7 Scand J Statist 31 Causal effects via potential outcomes The observed data in the hypothetical example For simplicity, assume an equal number of macaques in each principal stratum in both situations depicted in Display 3. This assumption is entirely innocuous in this case with three principal strata, because the proportions in each situation can always be estimated from observed data, W obs, S obs, as we show in section 6. In randomized experiments with half given W ¼ 1 and half given W ¼ 2, we would expect to see the observed data shown in the right half of Display 3, where the boxes indicate groups with the same value of W obs and S obs, and the corresponding proportion surviving (Y obs ) is indicated. In the top situation in Display 3 we appear to have strong evidence that all the effect of the vaccine is via immunogenicity because conditionally given S obs, Y obs and W obs are independent. That is, for a given level of observed immunogenicity (S obs ), the protection (Y obs )is the same whether high- or low-level vaccination (W obs ) took place. To be explicit, when S obs ¼ L, Y obs ¼ 20 per cent whether W obs ¼ 1 or 2; and when S obs ¼ H, Y obs ¼ 80 per cent whether W obs ¼ 1 or 2. But we know, from an examination of the left half of Display 3 using the unobserved potential outcomes, that these words do not accurately describe reality, where, as far as we can tell, all macaques benefit equally from a high- versus low-level vaccination, no matter what their attained immunogenicity. Now examine the bottom situation. Here, vaccination appears from the observed data to have a direct effect on survival that is mediated by the immunogenicity level: when observed immunogenicity is low, high-level versus low-level vaccination appears to reduce survival from 20 to 0 per cent, whereas when observed immunogenicity is high, high-level vaccination appears to reduce survival from 80 to 70 per cent; so does high-level vaccination reduce survival for all? But again, this is an inaccurate conclusion, as is clear from the left half of the display involving the potential outcomes: unless immunogenicity is altered, high versus low vaccination has no effect on survival, and it is beneficial for one-third of the group and has no effect on the other two-thirds. Of course, the analysis of Y obs ignoring S obs leads to a valid conclusion about the causal effect of W on Y because of the randomization of W. I will leave it to others to produce the correct graphical displays for these two situations, but clearly, the naive one displaying the conditional independence between W obs and Y obs given S obs is seductive but leads to the incorrect conclusion. How then should we deal with the observed data in these situations? My conceptual approach is to think about how to multiply impute the missing potential outcomes, both immunogenicity and survival, and thereby multiply impute the principal strata. In order to define a predictive distribution from which to draw the imputations for the missing observations, assumptions must be made, and they must be made explicitly. I regard this as an advantage, not a disadvantage, of this approach relative to the seductive graphical approach. 6. Multiply imputingmissingpotential outcomes For over three decades, I have believed that all problems of causal inference should be viewed as problems of missing data: the potential outcomes under the not-received treatment are the missing data. A straightforward and valid way to think about missing data is to think about how to multiply impute them. Multiple imputation is distributional prediction. For each imputed data set, a correct answer is obtained by simple calculations. Repeating the imputations over and over again not only reveals the typical (e.g. average) correct answer, but also the uncertainty about this answer. As we humans seem generally inept at dealing with uncertainty directly, this technique can be extremely helpful because the uncertainty is handled automatically. Assumptions made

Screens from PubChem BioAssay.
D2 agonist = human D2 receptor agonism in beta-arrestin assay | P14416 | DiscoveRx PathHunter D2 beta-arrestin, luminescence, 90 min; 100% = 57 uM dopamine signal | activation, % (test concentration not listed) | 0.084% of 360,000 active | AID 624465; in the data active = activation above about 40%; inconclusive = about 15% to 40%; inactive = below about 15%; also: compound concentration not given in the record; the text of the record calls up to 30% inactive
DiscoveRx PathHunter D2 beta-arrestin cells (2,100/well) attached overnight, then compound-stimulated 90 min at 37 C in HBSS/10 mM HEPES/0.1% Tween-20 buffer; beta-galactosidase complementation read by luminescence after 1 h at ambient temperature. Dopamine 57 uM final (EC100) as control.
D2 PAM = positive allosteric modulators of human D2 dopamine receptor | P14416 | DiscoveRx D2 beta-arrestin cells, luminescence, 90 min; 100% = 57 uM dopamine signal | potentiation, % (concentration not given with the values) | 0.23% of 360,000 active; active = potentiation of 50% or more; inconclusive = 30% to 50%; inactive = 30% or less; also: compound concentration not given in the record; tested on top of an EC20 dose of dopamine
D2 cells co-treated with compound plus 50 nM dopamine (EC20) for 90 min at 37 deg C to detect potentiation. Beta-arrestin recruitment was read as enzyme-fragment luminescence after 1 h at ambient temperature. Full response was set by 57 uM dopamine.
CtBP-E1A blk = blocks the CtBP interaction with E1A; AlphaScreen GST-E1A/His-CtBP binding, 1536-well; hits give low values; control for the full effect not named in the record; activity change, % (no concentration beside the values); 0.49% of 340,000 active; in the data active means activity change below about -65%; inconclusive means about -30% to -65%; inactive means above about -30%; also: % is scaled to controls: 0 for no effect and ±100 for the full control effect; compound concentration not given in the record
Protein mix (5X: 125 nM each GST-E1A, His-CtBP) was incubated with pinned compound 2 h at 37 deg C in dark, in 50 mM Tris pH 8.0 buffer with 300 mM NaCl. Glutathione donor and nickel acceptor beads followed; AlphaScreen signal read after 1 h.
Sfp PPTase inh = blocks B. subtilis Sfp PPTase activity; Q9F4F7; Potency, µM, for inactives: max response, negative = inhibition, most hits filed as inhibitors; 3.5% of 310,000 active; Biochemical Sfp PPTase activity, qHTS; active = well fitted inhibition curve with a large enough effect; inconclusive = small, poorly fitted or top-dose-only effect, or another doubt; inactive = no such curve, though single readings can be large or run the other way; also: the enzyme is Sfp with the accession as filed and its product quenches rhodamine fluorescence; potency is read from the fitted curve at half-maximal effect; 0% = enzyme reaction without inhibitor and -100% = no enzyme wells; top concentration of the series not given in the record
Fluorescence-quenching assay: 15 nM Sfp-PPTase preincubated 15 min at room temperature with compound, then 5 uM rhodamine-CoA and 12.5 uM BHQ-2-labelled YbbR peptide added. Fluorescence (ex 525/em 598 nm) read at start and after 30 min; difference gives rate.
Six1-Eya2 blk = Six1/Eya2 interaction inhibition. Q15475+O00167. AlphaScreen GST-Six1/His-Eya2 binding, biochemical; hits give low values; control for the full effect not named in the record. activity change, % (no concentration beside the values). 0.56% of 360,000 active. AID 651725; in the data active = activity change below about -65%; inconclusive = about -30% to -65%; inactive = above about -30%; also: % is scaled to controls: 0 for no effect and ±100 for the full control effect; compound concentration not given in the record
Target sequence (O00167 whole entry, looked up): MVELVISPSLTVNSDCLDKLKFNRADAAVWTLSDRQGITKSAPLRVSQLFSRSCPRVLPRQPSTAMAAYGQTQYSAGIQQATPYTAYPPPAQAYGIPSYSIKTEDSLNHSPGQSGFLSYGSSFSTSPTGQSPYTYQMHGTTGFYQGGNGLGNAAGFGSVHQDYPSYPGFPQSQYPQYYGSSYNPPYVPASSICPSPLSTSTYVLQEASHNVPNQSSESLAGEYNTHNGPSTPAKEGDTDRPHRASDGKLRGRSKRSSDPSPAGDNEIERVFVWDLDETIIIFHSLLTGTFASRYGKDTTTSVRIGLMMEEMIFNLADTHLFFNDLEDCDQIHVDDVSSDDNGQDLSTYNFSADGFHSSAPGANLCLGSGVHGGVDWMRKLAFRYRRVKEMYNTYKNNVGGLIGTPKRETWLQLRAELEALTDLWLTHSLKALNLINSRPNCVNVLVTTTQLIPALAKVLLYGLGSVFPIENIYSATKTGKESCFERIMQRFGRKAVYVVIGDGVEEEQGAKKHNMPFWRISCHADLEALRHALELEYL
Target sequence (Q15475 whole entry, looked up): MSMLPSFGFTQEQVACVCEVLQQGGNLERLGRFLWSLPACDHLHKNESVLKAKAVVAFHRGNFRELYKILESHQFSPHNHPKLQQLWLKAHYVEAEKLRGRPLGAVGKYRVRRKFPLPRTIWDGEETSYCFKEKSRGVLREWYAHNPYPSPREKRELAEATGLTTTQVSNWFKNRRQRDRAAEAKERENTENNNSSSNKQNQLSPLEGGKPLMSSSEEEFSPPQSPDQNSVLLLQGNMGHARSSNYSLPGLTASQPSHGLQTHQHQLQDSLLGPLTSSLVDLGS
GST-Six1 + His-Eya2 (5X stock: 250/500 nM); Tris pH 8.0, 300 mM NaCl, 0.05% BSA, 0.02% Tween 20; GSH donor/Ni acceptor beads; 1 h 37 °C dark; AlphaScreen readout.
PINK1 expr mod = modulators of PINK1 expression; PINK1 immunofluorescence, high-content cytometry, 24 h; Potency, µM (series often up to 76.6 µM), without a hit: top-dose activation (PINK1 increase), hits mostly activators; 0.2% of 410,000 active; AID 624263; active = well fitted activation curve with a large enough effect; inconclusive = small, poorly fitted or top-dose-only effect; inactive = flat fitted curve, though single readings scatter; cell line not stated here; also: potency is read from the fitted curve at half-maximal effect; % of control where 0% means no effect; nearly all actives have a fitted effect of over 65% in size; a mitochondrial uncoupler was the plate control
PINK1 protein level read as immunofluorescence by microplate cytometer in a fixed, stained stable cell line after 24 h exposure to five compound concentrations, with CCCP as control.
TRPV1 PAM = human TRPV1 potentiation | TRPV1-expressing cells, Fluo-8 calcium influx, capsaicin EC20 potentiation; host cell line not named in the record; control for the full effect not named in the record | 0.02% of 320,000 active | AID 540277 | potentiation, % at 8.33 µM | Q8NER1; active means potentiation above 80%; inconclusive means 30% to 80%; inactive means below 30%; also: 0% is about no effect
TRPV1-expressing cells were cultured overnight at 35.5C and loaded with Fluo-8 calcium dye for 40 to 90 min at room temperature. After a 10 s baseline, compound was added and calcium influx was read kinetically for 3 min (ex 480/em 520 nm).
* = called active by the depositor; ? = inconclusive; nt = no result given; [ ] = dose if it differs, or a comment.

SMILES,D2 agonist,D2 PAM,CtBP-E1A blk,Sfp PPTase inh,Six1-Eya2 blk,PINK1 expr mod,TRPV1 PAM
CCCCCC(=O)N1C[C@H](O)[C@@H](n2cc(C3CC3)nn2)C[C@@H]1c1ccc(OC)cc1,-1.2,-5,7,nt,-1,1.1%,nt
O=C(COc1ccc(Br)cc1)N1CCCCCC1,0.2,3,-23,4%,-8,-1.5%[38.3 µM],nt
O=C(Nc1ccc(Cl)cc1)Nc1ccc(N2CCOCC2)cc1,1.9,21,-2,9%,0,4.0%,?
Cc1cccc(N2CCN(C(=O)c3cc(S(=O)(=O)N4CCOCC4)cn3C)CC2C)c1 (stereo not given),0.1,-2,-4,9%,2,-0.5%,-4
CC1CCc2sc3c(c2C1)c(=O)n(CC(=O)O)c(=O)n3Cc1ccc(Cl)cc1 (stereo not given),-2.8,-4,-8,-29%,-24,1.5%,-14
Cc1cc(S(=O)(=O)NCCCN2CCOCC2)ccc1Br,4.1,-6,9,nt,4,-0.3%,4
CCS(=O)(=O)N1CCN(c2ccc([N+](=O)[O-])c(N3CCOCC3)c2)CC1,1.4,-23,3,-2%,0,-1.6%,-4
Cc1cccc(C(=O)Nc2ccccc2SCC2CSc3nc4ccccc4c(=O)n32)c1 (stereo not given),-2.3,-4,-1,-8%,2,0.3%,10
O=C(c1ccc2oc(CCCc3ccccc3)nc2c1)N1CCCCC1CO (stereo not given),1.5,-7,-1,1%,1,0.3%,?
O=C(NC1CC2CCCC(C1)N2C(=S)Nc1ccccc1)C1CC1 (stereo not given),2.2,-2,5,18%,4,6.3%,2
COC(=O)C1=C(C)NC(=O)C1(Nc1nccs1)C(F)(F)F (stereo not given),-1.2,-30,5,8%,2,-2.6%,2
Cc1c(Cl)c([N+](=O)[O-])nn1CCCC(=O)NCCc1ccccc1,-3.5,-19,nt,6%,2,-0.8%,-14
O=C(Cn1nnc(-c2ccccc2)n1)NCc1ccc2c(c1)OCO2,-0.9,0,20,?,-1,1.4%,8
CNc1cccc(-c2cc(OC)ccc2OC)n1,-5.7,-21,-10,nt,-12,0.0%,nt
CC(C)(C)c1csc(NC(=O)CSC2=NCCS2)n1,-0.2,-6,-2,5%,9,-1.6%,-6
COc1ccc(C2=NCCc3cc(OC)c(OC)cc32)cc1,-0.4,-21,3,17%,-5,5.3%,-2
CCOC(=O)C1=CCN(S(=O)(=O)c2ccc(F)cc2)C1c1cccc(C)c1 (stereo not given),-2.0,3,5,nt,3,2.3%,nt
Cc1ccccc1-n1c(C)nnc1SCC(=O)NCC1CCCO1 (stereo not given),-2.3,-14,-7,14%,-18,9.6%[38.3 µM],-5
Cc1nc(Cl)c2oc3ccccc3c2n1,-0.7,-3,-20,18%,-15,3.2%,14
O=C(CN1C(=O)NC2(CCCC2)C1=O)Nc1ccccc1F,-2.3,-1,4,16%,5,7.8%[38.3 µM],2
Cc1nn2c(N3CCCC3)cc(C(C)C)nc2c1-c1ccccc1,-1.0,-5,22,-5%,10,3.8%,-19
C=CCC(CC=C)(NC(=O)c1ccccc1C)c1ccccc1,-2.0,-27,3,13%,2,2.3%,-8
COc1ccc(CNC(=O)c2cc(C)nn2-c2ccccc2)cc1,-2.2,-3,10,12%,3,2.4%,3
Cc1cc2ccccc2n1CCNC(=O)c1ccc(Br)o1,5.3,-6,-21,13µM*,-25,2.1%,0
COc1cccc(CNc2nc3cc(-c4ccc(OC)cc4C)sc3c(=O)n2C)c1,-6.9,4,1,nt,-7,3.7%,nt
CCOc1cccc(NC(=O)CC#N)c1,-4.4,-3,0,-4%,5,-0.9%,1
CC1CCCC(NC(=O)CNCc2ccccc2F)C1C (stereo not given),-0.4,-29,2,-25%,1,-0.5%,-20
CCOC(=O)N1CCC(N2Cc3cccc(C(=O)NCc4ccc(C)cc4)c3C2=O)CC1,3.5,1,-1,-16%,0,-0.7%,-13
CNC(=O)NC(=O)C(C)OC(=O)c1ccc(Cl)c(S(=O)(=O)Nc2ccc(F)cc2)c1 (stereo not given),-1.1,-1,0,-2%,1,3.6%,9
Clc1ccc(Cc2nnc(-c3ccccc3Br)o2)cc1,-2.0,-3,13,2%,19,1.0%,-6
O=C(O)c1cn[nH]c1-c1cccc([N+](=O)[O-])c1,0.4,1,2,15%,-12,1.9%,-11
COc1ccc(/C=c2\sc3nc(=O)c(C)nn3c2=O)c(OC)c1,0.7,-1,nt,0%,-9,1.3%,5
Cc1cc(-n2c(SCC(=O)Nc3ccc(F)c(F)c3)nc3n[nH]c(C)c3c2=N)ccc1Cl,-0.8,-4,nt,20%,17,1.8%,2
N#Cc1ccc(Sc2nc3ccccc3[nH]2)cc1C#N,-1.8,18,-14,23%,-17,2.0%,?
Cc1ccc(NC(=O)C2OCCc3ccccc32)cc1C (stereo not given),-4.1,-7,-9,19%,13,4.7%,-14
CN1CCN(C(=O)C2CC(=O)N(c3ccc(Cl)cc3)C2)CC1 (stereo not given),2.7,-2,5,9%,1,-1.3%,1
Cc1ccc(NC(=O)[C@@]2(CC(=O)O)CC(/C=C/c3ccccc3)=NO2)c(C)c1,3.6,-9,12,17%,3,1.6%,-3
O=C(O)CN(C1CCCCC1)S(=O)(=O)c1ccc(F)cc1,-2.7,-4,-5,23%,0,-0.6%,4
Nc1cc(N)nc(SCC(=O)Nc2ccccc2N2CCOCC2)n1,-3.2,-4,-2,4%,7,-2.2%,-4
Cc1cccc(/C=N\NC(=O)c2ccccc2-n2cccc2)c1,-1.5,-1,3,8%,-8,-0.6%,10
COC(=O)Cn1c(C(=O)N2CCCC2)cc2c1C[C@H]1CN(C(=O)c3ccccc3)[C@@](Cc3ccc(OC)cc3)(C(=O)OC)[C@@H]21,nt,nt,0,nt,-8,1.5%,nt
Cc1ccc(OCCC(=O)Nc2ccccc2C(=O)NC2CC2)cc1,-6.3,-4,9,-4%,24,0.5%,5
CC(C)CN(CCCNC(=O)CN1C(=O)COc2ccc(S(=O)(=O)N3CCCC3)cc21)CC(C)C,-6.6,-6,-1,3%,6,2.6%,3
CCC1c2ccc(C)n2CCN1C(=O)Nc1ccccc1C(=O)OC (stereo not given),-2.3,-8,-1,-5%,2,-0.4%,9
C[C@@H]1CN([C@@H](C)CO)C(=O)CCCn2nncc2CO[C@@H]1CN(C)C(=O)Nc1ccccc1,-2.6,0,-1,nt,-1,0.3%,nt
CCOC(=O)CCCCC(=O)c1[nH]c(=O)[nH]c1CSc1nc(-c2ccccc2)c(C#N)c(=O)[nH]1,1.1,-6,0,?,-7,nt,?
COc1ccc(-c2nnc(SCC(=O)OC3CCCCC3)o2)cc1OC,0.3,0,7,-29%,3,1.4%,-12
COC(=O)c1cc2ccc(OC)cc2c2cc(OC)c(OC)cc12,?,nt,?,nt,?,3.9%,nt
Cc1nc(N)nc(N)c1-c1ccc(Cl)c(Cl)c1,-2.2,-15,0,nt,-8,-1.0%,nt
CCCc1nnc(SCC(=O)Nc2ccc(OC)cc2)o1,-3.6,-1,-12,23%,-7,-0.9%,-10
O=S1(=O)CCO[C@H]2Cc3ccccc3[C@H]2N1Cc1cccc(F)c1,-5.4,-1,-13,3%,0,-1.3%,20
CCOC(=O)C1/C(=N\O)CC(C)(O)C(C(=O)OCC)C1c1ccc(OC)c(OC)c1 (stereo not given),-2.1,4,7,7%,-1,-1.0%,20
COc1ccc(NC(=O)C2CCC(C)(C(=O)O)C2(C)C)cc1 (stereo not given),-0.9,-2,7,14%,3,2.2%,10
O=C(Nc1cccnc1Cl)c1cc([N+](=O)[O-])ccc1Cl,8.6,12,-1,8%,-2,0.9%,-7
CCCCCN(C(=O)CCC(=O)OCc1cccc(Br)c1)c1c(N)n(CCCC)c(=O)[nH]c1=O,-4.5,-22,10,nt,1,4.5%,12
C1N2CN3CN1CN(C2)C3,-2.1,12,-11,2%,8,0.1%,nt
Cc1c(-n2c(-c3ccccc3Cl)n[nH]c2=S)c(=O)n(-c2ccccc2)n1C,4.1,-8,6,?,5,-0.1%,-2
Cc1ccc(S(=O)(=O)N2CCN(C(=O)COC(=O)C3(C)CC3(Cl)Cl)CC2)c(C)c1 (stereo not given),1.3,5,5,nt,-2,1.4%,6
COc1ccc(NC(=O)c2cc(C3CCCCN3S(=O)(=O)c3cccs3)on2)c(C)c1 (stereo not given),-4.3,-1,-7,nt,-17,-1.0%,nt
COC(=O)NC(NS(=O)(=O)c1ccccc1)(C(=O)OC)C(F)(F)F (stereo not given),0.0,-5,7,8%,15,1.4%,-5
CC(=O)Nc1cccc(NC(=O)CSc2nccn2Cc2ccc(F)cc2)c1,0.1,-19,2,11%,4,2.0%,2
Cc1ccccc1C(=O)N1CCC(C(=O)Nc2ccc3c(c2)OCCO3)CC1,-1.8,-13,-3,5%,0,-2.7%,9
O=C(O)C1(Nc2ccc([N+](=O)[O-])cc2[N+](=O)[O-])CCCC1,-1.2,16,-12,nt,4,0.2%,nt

8 168 D. B. Rubin Scand J Statist 31 when creating the imputations are crucial, but the use of multiple imputation does allow easy sensitivity assessments of the results to various assumptions. Only one set of potential outcomes, in our case either S(1),Y(1) or S(2),Y(2), is ever observed on the same unit (the fundamental problem of causal inference, Holland, 1986). When there is no desire to draw causal inferences conditional on potential outcomes, this lack of data on the joint distribution of potential outcomes under different treatment assignments creates only trivial practical problems, although it creates interesting theoretical issues, as discussed in Neyman (1923) from the frequentist perspective, and Rubin (1978, 1990) from the Bayesian perspective. In our case, however, there is a desire to condition on the joint values of the immunogenicity potential outcomes, S(1), S(2), and so the specification of its unobservable joint distribution becomes critical. If we had pretreatment covariates X measured for everyone, these would imply that it is the joint conditional distribution of S(1), S(2) given X that is unobservable, and this can substantially limit the extent of the relationship between S(1) and S(2) that is unobserved, depending on the strength of the covariate X in predicting the margins of S(1) and S(2). This point has been made often in the missing data literature (e.g. Rubin & Thayer, 1978), and in the causal inference literature generally (e.g. Rubin, 1978), as well as in the context of principal stratification (Zhang, 2002; Zhang & Rubin, 2004). Within levels of X, we can place restrictions on the possible values of the potential outcomes, either using Bayesian prior distributions, as in Imbens & Rubin (1997) and Hirano et al. (2000), or absolute restrictions, as in traditional econometric instrumental variables models, as discussed in Angrist et al. (1996). The latter are often called exclusion restrictions in economics because they exclude certain values of potential outcomes as impossible. We have already done this here, when we excluded the fourth type of principal stratum, by declaring the HL stratum void. This assumption allows us to estimate the population proportions in each of the three remaining principal strata: the individuals with W obs ¼ 1, S obs ¼ H are observed to be a third of those randomized to W ¼ 1, and can only belong to the HH stratum; analogously the individuals with W obs ¼ 2, S obs ¼ L are observed to be a third of those randomized to W ¼ 2, and can only belong to the LL stratum; hence in large samples, we know, in both cases of Display 3, that the principal stratum proportions are 1/3, 1/3, 1/3. Which additional restrictions are plausible depends critically both on the science of the situation and the chosen design (the assignment mechanism). Such restrictions can be quite beneficial by sharpening the implied distribution of the missing potential outcomes that are to be imputed. 7. Some possible assumptions on potential outcomes In some cases, additional but plausible, exclusion restrictions allow full identification in the sense of implying unique large sample point estimates of causal effects within each principal stratum. For example, suppose, in our problem, that in addition to assuming no HL group, we assume that if high versus low vaccination has no effect on immunogenicity, then it has no effect on survival, as in the bottom half of Display 3: that is, if S(1) ¼ S(2), then Y(1) ¼ Y(2). Under this assumption, the only non-null causal effect of W on Y occurs in the LH principal stratum, which we know (in large samples) comprises one-third of the population. A simple algebraic argument (Angrist et al., 1996) shows that the causal effect of W on Y in the LH group is then given by the overall causal effect of W on Y (found by ignoring S altogether) divided by the proportion in the LH group. Such an assumption will greatly sharpen the multiple imputations that can be created for the missing potential outcomes (as illustrated in Imbens & Rubin, 1997; Hirano et al., 2000).